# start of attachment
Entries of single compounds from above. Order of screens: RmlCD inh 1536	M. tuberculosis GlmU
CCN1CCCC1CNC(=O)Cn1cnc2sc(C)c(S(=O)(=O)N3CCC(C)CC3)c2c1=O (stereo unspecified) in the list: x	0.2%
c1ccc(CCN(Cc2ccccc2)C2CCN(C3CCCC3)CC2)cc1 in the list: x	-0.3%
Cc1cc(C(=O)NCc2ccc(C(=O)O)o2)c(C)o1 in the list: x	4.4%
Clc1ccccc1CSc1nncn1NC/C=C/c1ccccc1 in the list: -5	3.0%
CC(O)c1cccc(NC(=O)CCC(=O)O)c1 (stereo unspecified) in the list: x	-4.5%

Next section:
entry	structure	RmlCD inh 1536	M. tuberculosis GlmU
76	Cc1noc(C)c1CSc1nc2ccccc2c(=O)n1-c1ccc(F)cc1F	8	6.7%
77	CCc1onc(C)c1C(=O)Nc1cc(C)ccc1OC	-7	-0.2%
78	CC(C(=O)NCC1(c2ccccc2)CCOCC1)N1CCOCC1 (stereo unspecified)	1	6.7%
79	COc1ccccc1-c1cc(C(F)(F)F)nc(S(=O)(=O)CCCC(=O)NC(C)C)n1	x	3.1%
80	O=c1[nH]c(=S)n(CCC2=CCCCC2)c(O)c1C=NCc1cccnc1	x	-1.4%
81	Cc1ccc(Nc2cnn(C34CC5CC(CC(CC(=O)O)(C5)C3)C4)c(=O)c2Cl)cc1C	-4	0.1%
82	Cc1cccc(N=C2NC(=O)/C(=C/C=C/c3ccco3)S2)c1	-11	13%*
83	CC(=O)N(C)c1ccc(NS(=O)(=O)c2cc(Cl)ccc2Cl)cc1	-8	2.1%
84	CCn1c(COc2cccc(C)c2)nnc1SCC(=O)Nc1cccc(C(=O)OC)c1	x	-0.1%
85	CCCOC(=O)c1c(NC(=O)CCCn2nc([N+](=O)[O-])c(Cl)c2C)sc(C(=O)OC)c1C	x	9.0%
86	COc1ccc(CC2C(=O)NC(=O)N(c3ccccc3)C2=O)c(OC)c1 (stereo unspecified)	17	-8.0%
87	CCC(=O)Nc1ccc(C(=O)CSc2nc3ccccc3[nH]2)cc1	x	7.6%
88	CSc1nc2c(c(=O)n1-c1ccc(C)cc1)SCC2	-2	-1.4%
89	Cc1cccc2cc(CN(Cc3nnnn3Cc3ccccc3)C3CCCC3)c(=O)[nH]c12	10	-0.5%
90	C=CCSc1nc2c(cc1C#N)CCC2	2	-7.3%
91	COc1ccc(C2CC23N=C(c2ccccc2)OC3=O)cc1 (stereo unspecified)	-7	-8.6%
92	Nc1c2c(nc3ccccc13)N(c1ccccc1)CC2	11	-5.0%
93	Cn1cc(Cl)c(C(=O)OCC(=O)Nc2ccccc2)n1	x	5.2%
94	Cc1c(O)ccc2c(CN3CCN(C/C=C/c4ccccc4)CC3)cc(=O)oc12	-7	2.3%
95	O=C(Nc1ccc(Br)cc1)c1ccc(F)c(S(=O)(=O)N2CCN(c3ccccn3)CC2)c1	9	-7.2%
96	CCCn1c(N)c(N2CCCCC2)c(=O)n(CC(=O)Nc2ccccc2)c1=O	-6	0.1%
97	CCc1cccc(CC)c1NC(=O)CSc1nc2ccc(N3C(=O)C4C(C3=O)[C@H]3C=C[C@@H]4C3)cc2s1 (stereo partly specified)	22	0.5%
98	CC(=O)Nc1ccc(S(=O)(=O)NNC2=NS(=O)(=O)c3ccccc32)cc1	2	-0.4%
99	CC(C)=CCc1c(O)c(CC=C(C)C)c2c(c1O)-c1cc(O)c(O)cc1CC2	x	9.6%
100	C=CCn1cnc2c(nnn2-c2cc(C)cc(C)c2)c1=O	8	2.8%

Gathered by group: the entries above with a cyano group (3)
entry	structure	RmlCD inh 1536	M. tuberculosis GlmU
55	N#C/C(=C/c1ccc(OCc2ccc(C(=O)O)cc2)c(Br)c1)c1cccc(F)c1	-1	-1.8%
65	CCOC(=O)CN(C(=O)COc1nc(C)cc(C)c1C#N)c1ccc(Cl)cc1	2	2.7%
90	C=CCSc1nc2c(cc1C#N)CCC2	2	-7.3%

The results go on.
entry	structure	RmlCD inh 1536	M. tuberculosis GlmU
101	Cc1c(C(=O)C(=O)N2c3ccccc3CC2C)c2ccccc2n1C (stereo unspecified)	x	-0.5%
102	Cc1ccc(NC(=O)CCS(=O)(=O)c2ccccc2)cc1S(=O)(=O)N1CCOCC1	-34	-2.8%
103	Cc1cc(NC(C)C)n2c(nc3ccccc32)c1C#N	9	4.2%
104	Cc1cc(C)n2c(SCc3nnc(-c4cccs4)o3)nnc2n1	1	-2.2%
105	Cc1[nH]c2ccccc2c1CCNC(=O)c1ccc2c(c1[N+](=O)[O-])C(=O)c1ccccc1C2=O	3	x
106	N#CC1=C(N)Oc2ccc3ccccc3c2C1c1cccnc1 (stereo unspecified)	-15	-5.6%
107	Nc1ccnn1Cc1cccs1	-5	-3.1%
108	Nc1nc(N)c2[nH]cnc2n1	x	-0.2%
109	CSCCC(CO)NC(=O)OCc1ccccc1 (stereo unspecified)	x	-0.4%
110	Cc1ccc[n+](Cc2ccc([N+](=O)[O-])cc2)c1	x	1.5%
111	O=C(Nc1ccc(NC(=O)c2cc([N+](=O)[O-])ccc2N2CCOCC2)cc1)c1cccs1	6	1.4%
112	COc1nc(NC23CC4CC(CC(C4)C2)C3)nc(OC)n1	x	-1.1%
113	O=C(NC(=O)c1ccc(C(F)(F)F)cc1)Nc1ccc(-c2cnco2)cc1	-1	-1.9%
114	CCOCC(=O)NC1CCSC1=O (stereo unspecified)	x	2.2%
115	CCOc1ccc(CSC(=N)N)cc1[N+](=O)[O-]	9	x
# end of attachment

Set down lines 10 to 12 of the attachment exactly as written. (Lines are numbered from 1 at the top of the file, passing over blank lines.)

77	CCc1onc(C)c1C(=O)Nc1cc(C)ccc1OC	-7	-0.2%
78	CC(C(=O)NCC1(c2ccccc2)CCOCC1)N1CCOCC1 (stereo unspecified)	1	6.7%
79	COc1ccccc1-c1cc(C(F)(F)F)nc(S(=O)(=O)CCCC(=O)NC(C)C)n1	x	3.1%